by: Liana DeMasi
Since the first case of Ebola hit the United States a few weeks ago in Dallas, Americans have been concerned with it spreading throughout the country. People began to panic and many wondered what Obama planned to do to prevent the disease from going nationwide. In response to this concern, the United States Government has implemented a screening protocol in several airports in the United States two of which are JFK in New York and Newark in New Jersey. Once a traveler enters from another country they will be asked where they are traveling from and if their response is a high-risk country, their temperature will be taken. A fever is the first among many symptoms of Ebola and numerous other viruses. If they have a fever they will be sent to medical care.
People have also inquired as to why flights from Western Africa were not being blocked. The reasoning behind this is that airports in high-risk countries are also implementing screenings on passengers before any that risk being infected travel elsewhere. Such screenings have been responsible for 77 people being removed from flights.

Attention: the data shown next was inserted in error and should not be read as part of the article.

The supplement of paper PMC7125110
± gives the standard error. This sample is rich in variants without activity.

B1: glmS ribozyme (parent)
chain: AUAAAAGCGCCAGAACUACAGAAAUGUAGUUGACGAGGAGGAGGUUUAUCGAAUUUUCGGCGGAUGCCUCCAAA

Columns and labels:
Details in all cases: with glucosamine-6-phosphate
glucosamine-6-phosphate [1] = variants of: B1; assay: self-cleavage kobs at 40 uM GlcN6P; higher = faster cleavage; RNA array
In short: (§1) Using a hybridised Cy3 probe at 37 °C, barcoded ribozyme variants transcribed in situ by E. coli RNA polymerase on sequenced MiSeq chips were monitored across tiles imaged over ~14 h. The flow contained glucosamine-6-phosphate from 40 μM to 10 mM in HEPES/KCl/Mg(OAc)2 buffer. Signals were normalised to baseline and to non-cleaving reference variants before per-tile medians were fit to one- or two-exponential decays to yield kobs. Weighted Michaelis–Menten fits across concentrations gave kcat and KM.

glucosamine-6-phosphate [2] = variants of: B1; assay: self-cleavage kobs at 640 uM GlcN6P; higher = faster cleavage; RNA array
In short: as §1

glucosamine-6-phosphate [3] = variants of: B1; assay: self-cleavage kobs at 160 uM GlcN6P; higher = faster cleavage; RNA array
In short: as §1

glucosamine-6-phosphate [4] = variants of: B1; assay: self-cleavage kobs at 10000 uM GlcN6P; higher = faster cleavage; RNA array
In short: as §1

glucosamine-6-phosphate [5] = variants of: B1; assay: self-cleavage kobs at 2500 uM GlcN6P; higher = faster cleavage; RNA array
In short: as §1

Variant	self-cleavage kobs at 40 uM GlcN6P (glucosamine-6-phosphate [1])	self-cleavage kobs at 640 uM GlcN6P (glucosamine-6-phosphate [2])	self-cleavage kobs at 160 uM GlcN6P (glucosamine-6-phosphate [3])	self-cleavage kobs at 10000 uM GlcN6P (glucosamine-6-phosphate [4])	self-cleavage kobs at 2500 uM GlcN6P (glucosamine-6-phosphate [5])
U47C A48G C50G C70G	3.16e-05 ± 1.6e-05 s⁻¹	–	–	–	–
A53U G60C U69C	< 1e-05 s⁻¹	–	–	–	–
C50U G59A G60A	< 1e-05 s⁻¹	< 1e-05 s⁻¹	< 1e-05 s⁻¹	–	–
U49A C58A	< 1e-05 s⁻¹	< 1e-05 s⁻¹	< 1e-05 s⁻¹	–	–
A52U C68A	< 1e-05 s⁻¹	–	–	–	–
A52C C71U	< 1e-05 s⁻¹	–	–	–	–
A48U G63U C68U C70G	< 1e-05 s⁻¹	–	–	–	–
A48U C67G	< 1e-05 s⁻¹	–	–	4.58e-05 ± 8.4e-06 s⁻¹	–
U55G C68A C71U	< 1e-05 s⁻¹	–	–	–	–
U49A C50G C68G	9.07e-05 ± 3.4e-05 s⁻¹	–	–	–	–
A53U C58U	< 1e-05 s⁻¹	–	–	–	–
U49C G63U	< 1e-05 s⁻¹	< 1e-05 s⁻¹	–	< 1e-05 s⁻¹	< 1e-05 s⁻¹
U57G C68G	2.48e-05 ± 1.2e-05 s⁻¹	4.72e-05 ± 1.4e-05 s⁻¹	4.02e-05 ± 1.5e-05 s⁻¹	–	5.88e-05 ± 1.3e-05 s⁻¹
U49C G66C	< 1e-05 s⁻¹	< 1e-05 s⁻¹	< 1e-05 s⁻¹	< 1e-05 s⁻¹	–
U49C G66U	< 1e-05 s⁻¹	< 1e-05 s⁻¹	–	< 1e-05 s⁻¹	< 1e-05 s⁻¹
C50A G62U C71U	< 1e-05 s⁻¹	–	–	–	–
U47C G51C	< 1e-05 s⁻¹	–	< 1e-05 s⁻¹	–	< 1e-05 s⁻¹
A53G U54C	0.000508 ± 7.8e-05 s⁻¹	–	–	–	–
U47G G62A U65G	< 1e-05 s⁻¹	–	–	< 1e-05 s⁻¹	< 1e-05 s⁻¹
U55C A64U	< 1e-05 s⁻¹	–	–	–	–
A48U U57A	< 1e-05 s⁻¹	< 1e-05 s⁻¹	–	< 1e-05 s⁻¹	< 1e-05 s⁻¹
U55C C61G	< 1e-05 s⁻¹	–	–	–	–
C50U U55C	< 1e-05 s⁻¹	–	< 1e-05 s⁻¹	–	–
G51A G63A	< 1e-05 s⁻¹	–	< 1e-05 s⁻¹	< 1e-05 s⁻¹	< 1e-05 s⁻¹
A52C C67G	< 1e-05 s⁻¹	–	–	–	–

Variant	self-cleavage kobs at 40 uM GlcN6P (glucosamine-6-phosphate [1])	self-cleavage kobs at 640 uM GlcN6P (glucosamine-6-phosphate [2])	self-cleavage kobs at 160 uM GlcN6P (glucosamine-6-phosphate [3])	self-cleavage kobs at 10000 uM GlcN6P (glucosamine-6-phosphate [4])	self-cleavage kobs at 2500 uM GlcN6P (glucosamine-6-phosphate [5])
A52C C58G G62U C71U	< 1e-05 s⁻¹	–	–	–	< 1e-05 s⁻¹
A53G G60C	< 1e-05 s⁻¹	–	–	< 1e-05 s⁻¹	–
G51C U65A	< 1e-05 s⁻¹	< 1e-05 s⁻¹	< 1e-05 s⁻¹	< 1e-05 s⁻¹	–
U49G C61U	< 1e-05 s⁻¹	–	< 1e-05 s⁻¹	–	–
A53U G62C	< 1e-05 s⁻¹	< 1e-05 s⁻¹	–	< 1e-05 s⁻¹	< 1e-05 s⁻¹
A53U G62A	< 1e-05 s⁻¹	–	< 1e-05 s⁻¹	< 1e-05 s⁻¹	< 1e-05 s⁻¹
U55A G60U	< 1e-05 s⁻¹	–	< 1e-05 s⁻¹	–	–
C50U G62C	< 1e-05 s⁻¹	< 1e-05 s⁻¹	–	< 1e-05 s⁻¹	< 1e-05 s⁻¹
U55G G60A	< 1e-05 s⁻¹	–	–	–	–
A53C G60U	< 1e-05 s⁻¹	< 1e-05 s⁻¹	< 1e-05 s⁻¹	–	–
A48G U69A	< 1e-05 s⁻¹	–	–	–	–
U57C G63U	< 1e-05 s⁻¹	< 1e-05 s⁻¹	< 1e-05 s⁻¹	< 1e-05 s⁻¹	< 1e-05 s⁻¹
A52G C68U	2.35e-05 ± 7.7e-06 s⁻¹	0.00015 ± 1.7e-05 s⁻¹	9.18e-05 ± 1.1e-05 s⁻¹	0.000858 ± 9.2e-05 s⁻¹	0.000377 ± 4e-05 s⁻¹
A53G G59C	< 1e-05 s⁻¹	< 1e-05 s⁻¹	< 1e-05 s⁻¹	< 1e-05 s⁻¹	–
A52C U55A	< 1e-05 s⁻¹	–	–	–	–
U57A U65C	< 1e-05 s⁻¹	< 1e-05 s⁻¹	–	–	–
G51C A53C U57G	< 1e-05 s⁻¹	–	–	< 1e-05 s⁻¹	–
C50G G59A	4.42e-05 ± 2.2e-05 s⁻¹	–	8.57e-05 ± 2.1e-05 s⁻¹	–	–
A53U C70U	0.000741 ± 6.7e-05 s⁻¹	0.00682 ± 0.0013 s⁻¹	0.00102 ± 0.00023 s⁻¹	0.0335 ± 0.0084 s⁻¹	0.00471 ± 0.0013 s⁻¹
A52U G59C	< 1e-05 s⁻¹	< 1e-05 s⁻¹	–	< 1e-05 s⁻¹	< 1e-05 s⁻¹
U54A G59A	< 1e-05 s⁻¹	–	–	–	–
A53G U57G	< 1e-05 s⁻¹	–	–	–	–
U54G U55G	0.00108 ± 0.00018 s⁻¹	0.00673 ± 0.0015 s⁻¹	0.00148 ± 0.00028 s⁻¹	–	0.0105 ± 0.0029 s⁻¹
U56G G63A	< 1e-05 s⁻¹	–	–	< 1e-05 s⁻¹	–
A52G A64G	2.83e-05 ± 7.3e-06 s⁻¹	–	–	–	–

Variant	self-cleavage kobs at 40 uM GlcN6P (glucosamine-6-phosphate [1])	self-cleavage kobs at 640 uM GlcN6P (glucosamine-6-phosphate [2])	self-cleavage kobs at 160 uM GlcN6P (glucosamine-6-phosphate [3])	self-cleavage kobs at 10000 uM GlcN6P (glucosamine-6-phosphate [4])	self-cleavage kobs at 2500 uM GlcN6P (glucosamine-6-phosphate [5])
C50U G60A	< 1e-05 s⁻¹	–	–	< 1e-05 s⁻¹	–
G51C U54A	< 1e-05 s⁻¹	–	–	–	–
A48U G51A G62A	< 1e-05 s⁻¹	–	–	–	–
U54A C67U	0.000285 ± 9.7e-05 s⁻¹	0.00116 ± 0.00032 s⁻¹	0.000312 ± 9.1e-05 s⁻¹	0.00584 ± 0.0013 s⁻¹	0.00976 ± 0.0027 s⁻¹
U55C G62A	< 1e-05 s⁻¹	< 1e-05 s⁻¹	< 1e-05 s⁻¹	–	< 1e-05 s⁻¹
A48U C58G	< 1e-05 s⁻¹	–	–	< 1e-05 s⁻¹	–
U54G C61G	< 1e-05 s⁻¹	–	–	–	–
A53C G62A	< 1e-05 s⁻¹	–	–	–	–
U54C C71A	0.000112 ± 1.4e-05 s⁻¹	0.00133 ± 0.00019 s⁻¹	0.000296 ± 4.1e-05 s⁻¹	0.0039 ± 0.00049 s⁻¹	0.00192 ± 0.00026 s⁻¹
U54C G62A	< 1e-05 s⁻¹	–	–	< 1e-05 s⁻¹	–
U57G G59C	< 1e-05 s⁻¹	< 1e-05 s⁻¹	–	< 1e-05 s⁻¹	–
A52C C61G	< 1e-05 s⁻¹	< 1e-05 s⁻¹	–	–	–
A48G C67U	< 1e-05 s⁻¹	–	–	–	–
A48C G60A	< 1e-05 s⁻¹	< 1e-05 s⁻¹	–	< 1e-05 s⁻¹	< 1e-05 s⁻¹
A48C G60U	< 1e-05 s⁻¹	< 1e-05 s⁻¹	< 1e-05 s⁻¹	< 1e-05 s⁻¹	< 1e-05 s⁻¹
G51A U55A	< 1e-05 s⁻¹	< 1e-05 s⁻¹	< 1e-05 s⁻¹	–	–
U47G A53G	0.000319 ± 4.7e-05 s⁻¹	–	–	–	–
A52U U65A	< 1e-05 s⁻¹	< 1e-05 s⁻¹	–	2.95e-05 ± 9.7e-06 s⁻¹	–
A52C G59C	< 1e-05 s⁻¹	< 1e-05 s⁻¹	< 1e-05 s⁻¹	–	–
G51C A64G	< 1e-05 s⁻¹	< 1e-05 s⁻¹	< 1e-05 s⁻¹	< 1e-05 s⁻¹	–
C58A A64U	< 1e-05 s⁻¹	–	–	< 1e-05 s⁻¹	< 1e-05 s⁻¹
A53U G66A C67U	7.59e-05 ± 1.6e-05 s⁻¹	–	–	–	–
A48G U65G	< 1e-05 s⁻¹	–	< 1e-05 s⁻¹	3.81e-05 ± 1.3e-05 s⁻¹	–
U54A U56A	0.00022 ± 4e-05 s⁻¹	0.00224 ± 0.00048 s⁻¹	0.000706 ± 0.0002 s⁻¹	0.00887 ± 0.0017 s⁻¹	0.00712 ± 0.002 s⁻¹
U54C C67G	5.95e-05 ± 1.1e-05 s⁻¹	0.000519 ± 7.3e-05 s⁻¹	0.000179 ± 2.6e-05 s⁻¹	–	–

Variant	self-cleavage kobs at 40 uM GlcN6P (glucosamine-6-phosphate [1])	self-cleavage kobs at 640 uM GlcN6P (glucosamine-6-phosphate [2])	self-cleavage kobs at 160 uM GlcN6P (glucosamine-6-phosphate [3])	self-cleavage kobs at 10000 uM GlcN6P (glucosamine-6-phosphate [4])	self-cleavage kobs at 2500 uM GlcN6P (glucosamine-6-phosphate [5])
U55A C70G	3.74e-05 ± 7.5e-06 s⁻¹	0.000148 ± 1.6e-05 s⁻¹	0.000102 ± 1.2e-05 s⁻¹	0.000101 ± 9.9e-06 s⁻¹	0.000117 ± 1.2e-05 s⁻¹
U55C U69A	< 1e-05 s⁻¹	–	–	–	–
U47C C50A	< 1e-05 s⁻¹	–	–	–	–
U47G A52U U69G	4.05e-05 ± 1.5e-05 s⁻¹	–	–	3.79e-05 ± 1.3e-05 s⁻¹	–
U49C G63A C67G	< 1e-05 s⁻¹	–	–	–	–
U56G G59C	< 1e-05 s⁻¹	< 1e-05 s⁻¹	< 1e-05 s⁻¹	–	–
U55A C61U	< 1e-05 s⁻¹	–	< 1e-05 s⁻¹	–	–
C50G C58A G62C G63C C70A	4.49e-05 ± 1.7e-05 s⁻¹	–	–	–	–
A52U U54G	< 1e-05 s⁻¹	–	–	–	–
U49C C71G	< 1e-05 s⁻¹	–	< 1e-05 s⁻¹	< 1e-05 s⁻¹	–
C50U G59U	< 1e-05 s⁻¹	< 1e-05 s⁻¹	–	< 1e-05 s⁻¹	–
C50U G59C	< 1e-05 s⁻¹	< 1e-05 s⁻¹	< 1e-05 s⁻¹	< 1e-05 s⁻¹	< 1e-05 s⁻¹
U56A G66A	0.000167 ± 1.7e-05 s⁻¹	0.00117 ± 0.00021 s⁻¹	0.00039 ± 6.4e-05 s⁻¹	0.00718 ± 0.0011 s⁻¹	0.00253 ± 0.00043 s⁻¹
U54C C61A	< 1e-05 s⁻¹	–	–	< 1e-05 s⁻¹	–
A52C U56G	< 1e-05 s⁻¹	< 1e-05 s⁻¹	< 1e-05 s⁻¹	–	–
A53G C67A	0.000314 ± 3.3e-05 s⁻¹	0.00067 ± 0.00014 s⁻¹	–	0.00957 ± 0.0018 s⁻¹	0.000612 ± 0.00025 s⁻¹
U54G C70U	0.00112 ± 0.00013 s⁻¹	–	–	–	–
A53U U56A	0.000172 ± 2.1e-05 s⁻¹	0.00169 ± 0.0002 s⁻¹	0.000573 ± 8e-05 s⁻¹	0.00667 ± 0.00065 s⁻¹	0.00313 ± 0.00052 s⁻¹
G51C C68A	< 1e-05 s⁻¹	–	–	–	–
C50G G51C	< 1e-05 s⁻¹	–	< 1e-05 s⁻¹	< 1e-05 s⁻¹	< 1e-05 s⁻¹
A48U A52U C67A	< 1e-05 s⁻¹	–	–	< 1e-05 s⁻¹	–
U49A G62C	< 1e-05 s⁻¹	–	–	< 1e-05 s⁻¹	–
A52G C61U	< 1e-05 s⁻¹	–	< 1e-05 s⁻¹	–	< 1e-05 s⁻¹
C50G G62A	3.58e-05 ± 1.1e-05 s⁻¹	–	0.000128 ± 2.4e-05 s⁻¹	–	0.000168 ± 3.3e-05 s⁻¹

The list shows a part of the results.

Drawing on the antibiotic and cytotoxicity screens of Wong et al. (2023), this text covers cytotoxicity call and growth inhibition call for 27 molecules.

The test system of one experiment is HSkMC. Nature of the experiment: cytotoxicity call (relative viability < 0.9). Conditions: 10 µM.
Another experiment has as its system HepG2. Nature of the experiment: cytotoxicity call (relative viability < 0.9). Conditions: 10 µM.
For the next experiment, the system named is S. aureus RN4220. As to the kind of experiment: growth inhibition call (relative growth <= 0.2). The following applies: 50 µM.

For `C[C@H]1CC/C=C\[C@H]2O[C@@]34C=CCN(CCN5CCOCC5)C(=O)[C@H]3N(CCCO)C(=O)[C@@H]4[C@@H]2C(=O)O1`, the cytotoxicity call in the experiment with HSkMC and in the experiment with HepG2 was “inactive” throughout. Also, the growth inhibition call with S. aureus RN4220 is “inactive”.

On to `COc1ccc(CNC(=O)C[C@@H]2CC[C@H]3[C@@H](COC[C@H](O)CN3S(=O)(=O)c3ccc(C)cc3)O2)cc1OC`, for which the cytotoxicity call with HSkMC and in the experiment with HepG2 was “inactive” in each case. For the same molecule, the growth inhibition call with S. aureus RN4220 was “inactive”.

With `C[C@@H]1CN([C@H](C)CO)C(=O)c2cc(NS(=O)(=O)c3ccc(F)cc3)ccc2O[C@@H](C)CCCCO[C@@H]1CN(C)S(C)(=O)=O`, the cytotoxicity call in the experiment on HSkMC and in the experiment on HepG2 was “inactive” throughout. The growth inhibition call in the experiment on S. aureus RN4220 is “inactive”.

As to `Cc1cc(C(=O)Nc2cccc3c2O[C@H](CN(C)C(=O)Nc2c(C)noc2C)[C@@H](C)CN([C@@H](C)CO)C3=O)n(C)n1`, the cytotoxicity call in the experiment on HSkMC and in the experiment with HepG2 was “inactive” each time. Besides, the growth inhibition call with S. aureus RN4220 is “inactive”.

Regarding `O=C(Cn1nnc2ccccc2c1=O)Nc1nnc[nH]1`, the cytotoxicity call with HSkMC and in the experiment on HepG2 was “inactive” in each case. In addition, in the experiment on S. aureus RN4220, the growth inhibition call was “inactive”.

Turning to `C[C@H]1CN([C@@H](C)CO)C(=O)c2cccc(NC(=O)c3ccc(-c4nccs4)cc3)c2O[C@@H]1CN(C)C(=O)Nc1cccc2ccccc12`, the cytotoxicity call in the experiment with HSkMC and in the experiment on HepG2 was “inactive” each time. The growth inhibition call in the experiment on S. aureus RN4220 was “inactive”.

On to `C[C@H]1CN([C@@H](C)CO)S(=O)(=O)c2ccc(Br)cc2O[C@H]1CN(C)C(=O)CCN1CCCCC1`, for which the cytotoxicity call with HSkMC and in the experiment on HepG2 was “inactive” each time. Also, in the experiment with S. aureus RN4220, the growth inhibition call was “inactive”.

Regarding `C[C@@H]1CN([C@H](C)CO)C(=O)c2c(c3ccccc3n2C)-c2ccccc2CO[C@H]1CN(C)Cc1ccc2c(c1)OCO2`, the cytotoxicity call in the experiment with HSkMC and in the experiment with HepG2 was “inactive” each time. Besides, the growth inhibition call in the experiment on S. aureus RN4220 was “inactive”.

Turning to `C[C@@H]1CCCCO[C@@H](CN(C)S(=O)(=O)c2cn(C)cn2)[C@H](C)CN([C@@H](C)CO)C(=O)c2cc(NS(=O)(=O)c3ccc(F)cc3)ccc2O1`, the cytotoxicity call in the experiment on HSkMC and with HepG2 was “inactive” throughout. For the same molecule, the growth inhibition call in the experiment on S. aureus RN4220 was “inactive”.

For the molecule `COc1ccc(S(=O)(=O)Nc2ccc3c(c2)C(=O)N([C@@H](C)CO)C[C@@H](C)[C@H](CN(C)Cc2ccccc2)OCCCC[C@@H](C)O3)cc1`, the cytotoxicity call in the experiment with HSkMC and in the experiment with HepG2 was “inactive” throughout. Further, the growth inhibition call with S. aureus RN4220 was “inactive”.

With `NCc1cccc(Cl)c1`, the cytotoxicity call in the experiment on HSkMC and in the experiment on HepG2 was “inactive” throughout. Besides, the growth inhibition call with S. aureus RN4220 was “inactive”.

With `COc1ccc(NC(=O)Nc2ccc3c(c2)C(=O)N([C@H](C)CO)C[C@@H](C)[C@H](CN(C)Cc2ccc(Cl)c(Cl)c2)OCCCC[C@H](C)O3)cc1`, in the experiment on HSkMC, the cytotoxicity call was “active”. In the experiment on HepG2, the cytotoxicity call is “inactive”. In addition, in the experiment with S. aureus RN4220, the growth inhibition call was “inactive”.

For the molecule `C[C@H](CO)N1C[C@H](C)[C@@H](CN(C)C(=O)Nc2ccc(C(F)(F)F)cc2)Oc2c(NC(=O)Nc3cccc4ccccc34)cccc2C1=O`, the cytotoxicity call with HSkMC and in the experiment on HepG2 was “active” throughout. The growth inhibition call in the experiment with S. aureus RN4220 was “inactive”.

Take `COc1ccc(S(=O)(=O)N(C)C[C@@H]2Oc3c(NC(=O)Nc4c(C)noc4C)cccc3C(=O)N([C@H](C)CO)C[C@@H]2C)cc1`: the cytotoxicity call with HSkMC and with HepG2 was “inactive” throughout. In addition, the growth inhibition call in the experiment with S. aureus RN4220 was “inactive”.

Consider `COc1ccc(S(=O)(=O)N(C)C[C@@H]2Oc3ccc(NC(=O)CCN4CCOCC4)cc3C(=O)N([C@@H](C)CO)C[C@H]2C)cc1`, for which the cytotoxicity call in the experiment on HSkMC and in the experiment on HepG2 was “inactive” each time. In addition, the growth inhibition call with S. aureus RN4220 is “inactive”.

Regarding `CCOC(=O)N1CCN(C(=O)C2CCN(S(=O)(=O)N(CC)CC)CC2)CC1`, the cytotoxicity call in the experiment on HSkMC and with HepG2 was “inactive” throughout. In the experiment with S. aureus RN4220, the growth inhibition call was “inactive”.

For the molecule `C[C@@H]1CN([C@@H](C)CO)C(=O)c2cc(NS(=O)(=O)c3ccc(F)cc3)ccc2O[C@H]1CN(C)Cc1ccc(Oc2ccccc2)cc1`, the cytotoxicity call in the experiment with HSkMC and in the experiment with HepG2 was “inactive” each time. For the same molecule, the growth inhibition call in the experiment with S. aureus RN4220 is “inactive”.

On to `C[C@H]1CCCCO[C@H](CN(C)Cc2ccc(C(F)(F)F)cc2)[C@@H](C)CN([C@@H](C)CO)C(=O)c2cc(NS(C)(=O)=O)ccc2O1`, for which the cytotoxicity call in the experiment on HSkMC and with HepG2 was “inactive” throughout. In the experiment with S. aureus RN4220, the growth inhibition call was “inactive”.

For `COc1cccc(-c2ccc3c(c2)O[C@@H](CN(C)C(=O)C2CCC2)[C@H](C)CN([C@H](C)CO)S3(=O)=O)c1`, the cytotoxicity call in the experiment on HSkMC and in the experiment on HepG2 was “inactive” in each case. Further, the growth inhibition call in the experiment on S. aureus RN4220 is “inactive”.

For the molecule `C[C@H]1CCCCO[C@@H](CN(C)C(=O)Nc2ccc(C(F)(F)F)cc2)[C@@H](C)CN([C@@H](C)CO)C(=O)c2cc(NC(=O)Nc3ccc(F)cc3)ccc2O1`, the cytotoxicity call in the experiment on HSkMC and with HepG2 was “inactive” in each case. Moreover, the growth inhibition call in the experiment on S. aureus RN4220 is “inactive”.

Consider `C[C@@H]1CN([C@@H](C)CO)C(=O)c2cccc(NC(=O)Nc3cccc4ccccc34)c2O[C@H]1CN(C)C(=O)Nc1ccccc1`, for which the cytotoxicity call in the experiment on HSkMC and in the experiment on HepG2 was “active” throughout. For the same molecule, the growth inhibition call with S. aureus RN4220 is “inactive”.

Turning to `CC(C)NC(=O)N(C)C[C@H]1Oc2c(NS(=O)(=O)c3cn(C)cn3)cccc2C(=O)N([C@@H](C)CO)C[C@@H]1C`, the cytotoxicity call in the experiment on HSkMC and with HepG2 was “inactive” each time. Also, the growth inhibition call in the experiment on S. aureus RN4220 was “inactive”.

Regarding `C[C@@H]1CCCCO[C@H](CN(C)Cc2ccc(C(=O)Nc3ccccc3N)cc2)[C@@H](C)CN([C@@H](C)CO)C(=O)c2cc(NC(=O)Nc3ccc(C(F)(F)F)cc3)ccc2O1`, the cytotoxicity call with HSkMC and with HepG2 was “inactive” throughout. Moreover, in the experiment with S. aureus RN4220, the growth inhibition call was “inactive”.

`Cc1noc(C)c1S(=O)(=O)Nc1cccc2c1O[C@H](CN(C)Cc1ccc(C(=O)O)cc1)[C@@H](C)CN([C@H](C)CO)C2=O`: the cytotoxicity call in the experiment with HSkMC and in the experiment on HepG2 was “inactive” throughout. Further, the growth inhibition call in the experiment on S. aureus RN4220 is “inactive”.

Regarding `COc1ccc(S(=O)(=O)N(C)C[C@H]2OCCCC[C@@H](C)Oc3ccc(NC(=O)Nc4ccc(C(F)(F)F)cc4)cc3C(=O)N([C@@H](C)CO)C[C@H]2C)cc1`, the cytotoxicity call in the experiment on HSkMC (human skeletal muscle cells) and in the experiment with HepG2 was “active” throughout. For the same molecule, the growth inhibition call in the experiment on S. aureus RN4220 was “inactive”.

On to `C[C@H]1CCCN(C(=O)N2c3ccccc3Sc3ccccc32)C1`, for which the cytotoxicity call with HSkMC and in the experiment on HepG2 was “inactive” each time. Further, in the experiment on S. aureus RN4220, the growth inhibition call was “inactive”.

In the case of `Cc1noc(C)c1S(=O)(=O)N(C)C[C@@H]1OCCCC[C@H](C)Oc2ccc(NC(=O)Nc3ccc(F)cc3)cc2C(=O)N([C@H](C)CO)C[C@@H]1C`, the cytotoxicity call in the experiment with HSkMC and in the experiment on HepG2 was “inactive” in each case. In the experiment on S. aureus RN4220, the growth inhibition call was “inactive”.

It is important that these screenings continue to be enforced because travel is one of the most common ways diseases spread. This is now evident in Spain where a nurse was infected with the virus by a missionary who was infected in Sierra Leone. The missionary was flown to Madrid for treatment and died 3 days later on September 25th. Shortly after, the nurse began experiencing symptoms and tests were ran that concluded she had contracted the virus. Records show that she was only in contact with the missionary twice, once while he was alive and once after death. The hospital released a statement saying that they are unsure of the exact contact that the nurse had with the patient that caused her infection. 30 other medical professionals were also in the patients presence and are currently being tested but no results have come up positive. The infection of a nurse is concerning for numerous reasons but now it is apparent that even medical personnel in developed countries such as Spain are at risk of being infected. Unfortunately, until a cure is found, our citizens, amongst others, will continue to be fearful and cautious.